Posts tagged books

October Reading Roundup

Did you read any good books in October? I had a decent reading month, starting with a dud but progressing to some fascinating reads, including one of the best books I’ve read in a long time. Here’s a rundown. The Mimic Men by V.S. Naipaul I really don’t get why this novel is so celebrated. It’s the life story of a fictional West Indian politician, and it reads like a political memoir, a dull enough genre even when the politician in question really existed. I had no interest in the… Read More

September Reading Roundup

Last month, I started a series of monthly reading roundups. This month, to my astonishment, I am continuing it for the second straight month. So here’s a quick summary of the books I read in September. Life Begins on Friday by Ioana Pârvulescu I was travelling in Romania for most of September, so I decided to read this novel by a contemporary Romanian writer that I bought at a bookshop in Iasi (which I wrote a bit about—the town, not the bookshop—back in August). Life Begins on Friday was a fresh, slightly bizarre… Read More

August Reading Roundup

When I first started this blog (over ten years ago now!), I intended to review every book I read. Even by September 2008, I was already talking about that intention in the past tense, and by now I have to admit that it’ll never happen. I read too much and blog too little. But perhaps I can manage a monthly roundup? A few sentences on each book? We’ll see. Inspired by A Cocoon of Books, anyway, I’m going to try. So here’s what I read in August. How was your… Read More

Completism

Can you recommend a good book by an author whose surname begins with Q, U, X or Y? It’s a strange question, I know. The thing is, I’ve been documenting all the books I’ve reviewed on this site since it started ten years ago, and I’ve organised them alphabetically, and… Yeah, OK, I admit it. I’m a frustrated librarian. In another lifetime, I would have loved to spend my days quietly shuffling books around from shelf to shelf in a library or bookshop. My choices have taken me down a… Read More

Why I still love bookshops

I’ve written about bookshops a lot on this blog over this years. There’s a good reason for this. For me, good bookshops have always been inseparable from the joy of reading. When I was in my early twenties and working in a job I absolutely hated, I used to escape to the nearest bookshop and browse the shelves for a different world to inhabit for a time. When I moved to New York, I was astonished to discover huge, sprawling bookshops where they not only allowed you to stay all… Read More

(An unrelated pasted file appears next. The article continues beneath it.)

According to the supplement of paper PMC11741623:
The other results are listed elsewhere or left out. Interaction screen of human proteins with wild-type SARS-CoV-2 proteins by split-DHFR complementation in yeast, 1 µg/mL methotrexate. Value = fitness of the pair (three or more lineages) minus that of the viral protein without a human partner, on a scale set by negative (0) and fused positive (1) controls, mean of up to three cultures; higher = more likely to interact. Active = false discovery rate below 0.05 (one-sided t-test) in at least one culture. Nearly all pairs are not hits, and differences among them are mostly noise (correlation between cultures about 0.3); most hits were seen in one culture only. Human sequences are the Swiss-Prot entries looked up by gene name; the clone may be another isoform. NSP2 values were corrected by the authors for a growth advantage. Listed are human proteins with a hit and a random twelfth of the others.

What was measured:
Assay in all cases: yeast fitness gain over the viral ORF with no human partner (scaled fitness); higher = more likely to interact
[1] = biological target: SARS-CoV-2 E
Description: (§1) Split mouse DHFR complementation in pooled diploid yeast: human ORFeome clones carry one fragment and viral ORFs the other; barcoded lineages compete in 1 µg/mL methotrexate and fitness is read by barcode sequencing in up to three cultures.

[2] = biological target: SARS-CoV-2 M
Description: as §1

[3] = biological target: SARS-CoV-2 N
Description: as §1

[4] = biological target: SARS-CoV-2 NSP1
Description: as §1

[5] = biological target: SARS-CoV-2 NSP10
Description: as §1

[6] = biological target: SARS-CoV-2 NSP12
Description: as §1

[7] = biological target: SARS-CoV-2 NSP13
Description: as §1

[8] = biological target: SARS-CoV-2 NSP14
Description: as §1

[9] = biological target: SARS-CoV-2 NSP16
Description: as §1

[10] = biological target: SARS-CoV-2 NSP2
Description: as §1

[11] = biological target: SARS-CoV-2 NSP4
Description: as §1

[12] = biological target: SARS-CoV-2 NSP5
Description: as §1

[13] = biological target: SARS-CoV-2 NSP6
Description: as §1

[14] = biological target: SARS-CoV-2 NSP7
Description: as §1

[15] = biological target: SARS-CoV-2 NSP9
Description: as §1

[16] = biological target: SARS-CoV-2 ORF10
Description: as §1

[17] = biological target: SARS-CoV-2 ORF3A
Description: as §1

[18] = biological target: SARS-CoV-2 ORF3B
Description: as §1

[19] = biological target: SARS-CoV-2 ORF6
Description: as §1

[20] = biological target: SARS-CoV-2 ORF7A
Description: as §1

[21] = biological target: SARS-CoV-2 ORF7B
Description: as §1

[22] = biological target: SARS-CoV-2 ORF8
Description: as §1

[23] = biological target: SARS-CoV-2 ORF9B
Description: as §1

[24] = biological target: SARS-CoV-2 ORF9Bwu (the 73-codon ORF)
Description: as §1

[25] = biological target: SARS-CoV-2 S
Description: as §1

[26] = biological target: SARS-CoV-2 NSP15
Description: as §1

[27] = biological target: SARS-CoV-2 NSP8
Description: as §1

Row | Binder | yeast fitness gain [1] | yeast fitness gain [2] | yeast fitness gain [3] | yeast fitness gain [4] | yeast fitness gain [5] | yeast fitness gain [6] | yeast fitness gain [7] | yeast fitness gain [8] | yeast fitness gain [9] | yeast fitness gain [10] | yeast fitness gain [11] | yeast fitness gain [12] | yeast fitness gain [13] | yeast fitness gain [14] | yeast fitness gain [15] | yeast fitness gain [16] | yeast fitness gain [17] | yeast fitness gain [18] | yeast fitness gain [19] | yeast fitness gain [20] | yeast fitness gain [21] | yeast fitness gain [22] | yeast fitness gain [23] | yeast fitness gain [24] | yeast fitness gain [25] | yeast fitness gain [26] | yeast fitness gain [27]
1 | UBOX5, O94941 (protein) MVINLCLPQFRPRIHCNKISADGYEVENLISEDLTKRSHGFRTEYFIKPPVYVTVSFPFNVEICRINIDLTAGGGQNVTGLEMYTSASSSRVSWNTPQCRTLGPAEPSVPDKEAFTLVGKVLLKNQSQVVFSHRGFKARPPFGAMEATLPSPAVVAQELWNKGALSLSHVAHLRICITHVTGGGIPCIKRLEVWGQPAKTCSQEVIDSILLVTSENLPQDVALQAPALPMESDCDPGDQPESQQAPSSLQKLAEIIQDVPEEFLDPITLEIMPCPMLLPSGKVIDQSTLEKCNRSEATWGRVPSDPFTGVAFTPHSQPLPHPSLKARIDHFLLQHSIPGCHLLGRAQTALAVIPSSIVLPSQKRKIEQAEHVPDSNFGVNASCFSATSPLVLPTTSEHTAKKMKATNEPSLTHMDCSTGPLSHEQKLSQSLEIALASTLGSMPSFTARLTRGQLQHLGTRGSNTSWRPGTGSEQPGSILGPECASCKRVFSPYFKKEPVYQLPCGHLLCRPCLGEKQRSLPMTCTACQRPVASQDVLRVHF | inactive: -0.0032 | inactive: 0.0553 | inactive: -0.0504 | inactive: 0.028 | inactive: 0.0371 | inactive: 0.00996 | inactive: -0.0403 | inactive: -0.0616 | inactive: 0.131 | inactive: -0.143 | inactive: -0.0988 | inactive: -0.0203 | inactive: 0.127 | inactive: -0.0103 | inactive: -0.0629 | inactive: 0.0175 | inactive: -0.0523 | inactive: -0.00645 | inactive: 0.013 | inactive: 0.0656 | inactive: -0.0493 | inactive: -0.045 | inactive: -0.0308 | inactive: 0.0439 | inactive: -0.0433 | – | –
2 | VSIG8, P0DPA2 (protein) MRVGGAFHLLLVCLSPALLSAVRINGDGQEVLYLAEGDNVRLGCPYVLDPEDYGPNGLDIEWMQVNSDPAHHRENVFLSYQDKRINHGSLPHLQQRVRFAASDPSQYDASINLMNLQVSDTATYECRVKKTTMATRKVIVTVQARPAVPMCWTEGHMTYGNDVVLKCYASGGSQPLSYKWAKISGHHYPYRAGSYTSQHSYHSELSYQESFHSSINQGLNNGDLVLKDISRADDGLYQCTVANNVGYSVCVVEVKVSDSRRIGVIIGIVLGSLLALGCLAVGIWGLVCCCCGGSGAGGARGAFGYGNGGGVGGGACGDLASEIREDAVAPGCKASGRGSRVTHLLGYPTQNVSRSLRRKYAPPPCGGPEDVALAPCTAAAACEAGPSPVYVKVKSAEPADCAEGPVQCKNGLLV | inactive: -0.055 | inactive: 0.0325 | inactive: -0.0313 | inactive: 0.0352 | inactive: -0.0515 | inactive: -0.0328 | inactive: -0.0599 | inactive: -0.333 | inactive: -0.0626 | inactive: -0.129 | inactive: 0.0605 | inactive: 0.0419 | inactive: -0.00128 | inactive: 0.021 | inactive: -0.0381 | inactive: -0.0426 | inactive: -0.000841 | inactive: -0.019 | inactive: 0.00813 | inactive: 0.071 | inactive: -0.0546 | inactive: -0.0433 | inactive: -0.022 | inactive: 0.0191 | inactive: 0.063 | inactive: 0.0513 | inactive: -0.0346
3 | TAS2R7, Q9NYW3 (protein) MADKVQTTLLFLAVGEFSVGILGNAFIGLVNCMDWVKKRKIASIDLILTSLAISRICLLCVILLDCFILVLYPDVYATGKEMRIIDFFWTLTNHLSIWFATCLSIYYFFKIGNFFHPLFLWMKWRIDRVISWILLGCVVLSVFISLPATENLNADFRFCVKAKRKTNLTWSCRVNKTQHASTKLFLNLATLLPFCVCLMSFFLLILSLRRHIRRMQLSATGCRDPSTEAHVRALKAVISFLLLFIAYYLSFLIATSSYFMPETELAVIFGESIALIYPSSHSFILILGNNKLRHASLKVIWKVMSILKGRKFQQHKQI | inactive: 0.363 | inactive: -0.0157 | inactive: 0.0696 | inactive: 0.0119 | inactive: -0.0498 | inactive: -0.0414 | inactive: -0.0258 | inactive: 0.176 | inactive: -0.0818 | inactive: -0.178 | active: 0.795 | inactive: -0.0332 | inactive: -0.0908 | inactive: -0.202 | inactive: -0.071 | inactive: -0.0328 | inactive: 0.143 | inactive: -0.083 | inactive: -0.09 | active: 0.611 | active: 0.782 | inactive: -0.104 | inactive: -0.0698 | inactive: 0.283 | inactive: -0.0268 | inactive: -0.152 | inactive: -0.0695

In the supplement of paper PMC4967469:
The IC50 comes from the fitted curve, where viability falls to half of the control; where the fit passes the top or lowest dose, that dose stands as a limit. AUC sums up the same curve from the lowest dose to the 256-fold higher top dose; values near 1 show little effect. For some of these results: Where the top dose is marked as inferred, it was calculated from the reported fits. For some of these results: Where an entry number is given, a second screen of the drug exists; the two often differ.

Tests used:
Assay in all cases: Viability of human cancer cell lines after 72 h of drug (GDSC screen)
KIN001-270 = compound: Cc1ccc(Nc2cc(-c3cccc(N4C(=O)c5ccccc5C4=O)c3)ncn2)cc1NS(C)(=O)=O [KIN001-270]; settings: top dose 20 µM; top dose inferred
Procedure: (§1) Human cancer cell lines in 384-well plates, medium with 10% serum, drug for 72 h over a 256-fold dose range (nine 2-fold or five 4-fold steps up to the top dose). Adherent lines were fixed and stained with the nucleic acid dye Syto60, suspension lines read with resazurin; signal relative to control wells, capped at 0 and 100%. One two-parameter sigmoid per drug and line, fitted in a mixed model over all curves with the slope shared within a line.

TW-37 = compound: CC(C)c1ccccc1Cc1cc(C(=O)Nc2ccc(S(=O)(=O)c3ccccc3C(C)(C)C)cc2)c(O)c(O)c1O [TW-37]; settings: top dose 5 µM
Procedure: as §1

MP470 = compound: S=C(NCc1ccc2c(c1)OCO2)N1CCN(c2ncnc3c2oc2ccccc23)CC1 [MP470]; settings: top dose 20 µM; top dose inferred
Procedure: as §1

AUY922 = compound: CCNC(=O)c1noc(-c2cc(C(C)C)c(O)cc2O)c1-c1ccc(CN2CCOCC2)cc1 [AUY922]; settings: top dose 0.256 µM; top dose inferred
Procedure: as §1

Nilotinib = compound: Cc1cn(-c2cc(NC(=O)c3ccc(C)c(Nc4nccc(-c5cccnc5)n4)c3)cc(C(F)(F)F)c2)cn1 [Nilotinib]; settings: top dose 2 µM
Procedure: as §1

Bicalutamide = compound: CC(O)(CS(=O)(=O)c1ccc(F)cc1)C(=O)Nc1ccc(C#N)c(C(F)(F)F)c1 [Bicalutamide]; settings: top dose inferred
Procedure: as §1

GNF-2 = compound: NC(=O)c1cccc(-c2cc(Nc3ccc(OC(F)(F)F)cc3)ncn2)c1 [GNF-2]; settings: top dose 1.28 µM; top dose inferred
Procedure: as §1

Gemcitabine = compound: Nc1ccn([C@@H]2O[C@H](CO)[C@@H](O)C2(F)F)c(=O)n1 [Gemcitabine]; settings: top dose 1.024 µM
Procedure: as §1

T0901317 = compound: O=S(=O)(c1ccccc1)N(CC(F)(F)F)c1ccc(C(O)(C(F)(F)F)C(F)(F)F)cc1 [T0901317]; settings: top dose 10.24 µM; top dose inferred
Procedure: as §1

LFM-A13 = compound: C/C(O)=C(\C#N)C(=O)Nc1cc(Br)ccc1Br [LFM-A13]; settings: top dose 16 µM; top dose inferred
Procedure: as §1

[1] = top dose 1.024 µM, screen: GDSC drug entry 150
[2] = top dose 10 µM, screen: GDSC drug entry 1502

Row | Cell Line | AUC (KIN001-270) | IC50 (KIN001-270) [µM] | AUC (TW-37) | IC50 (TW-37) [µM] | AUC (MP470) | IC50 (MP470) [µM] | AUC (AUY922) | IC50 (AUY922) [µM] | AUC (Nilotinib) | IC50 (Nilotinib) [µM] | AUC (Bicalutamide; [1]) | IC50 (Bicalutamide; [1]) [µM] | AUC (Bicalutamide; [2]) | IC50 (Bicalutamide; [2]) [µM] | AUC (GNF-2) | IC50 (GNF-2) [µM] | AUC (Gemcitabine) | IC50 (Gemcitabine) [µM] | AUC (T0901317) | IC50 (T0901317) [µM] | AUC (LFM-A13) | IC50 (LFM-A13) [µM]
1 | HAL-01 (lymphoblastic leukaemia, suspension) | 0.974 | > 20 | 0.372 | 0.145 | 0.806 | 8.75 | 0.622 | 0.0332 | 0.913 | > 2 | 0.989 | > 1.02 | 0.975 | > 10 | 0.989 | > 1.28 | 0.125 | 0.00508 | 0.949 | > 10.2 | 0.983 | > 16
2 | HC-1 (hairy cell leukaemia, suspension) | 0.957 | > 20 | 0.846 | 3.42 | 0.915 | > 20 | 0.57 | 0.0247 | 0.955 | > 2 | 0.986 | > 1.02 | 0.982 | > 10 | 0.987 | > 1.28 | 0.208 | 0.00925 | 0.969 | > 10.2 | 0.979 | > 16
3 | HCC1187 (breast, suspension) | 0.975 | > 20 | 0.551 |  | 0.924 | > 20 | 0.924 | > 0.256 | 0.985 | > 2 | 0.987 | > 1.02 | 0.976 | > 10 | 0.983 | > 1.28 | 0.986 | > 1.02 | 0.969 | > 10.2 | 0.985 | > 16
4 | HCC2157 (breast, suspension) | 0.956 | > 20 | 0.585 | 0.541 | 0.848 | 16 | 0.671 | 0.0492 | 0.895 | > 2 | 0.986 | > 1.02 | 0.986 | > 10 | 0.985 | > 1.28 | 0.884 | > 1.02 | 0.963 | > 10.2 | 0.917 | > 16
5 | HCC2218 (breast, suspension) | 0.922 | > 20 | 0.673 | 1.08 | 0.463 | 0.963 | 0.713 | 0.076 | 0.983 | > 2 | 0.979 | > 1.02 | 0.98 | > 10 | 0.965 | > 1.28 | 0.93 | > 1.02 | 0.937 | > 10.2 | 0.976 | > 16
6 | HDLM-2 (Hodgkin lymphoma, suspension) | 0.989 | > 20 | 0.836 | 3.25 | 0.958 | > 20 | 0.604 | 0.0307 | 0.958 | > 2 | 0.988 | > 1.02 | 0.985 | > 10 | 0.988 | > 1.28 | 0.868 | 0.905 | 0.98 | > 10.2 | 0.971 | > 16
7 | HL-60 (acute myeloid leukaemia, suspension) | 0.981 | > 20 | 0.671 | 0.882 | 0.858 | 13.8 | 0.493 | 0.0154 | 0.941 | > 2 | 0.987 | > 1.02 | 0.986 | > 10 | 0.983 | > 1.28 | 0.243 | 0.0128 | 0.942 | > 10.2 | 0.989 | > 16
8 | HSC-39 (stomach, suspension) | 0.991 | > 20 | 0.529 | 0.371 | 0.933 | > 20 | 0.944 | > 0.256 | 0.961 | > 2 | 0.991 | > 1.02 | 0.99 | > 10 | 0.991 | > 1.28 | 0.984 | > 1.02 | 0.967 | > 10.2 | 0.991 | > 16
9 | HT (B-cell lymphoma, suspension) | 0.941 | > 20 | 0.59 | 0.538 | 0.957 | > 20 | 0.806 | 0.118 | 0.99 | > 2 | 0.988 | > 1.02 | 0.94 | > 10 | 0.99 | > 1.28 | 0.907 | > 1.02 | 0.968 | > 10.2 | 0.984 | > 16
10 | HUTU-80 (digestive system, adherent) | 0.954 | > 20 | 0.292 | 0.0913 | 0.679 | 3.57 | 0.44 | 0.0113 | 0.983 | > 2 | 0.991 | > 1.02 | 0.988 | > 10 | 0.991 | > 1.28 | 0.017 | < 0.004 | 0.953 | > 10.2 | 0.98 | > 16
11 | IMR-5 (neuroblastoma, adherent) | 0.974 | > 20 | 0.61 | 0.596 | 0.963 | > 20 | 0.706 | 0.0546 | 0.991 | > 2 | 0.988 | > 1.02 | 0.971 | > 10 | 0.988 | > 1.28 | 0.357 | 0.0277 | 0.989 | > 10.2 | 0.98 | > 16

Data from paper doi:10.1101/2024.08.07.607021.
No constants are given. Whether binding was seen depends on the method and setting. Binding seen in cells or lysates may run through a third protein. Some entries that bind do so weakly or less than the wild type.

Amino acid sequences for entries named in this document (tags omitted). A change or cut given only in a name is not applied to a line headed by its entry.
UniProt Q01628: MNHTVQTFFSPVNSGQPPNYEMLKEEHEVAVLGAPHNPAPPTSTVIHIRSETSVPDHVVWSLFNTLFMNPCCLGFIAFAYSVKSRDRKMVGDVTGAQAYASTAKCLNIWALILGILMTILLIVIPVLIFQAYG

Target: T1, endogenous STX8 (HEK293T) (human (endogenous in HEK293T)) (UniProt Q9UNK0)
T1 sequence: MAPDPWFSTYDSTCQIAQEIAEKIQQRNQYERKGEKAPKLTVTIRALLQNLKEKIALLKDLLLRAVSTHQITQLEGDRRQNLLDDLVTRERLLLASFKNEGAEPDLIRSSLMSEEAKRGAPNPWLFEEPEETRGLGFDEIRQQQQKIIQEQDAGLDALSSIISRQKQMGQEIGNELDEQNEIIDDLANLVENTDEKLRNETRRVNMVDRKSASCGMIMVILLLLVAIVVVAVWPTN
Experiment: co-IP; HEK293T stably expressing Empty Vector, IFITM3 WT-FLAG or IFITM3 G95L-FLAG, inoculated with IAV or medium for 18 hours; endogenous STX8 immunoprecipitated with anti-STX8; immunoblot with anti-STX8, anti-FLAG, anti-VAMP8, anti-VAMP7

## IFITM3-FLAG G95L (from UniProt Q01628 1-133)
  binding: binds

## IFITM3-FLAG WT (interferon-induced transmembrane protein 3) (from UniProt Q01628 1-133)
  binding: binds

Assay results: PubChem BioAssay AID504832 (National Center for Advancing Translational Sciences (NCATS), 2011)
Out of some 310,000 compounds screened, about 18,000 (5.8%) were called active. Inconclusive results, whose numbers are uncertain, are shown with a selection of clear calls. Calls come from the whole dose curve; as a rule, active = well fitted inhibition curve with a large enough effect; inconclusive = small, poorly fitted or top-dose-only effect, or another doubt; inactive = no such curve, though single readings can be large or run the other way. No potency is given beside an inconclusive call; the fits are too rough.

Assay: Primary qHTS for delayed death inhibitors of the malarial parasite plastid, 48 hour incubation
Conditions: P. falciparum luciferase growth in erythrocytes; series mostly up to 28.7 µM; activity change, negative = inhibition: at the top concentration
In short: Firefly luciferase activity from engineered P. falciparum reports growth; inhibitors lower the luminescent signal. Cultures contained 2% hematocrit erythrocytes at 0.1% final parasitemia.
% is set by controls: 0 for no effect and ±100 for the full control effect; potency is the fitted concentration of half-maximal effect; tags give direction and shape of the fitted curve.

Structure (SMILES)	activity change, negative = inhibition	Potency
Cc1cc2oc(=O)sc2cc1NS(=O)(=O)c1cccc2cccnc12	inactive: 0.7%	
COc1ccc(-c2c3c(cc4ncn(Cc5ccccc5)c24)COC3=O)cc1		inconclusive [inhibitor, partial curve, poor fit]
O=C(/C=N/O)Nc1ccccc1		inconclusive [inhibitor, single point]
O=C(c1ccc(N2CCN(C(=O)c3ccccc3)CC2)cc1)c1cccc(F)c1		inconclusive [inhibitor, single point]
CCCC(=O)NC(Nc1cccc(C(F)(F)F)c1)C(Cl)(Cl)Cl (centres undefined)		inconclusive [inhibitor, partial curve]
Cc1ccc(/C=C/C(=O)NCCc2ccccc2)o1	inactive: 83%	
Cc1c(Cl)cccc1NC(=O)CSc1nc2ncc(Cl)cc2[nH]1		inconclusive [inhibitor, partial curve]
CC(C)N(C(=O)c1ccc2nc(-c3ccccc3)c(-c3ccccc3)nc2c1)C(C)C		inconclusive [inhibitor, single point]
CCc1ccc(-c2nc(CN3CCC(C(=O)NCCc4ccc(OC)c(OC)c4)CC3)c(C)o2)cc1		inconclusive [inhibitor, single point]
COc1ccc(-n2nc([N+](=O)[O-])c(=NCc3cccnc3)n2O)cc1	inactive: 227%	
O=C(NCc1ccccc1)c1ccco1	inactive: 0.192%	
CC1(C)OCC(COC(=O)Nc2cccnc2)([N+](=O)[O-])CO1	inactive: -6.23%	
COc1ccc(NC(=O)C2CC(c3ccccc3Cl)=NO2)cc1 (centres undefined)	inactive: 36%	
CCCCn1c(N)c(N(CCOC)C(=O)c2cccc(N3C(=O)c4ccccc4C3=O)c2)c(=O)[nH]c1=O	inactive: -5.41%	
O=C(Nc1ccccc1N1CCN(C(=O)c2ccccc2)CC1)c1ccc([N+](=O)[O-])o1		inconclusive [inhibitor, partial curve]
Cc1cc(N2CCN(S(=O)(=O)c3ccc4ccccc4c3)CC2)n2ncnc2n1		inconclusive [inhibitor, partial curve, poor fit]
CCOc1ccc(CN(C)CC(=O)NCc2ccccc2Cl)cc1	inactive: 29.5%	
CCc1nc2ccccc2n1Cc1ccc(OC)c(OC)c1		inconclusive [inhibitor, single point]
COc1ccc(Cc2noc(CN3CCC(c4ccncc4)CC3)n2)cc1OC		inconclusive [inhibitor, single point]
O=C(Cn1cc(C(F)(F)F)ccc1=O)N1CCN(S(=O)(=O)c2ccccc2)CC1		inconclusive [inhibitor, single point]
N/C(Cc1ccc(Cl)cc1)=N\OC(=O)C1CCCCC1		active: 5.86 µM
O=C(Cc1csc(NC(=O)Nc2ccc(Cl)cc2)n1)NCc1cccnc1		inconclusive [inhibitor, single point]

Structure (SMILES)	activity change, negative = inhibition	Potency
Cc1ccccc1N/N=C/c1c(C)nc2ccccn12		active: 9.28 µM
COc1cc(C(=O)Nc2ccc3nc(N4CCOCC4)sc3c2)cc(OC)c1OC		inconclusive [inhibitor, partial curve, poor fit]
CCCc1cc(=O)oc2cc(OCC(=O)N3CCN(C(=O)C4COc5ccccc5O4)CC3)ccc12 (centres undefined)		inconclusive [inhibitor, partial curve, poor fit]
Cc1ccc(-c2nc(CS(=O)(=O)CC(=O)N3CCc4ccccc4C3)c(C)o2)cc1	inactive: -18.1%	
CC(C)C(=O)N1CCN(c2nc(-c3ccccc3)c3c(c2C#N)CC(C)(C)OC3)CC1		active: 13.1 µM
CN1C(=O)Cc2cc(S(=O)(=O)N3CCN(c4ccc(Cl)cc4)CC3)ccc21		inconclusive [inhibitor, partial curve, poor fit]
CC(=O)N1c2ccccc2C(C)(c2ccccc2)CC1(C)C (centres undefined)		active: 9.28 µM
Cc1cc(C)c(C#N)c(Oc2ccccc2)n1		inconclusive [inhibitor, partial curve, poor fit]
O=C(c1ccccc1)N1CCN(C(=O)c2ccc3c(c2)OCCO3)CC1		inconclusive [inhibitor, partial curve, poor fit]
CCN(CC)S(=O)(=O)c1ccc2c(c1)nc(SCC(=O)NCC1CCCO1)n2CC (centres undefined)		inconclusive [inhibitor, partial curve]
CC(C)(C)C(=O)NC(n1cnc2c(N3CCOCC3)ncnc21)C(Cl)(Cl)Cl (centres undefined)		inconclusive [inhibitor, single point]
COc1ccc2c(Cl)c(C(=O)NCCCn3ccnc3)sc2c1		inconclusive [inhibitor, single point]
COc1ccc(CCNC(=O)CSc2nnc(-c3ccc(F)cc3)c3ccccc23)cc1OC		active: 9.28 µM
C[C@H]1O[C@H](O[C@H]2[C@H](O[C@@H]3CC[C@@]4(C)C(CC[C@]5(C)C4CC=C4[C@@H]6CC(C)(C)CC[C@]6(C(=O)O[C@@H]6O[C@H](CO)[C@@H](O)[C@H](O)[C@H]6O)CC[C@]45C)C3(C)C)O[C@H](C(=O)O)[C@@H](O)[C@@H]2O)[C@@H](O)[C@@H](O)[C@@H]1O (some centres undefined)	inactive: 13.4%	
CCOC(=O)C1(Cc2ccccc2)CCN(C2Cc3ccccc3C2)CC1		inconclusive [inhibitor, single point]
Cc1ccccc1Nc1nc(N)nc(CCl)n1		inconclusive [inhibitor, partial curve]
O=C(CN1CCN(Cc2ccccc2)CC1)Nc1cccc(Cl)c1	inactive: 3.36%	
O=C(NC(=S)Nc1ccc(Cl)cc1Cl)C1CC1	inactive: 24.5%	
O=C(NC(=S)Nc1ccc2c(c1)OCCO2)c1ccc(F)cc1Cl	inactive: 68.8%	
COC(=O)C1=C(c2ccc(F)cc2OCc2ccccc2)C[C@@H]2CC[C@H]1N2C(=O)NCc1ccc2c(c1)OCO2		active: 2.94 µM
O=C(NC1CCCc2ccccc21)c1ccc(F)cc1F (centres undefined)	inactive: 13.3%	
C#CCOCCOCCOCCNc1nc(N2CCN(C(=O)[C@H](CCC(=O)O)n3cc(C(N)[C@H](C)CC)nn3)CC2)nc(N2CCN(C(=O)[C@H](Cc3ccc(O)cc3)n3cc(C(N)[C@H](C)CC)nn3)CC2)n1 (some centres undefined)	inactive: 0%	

What we did before Google

Whatever did we do before the internet? How did we manage before Google? I’m hearing these questions more often these days, usually after someone’s discovered some snippet of astonishing information in just a few seconds. The questions are rhetorical  of course, but it occurs to me that one day people might really want to know. I’m conscious of being a member of the last generation to remember life before the internet, so I want to explain what it was like. How did we manage without Google at our fingertips? The short answer:… Read More

Book fairs are dangerous

Do you ever get carried away in bookshops or at bookfairs, and buy far more than you’d planned? Is it consumerism, or bibliophilia? I like to think that, because books are objects of learning, my book-buying binges are a positive thing. But am I deceiving myself? Am I really no different from those people breaking down the doors of Primark in the Boxing Day sales? Anyway, you can see what I bought at Saturday’s book fair, part of the Bim Literary Festival at Queens Park in Bridgetown, Barbados. Some were… Read More

Austin Clarke at Bim Literary Festival

After my unintended gatecrashing of a class with Derek Walcott earlier in the day, this was an event I was actually allowed to attend. It was an interview with two major Caribbean writers, Austin Clarke and Earl Lovelace, followed by readings from their latest work. First up was Austin Clarke, a Barbadian novelist and short-story writer who has lived for most of his life in Canada. He named George Lamming’s Pleasures of Exile as his favourite Barbadian book, and the short story collection There are no Elders as his favourite of… Read More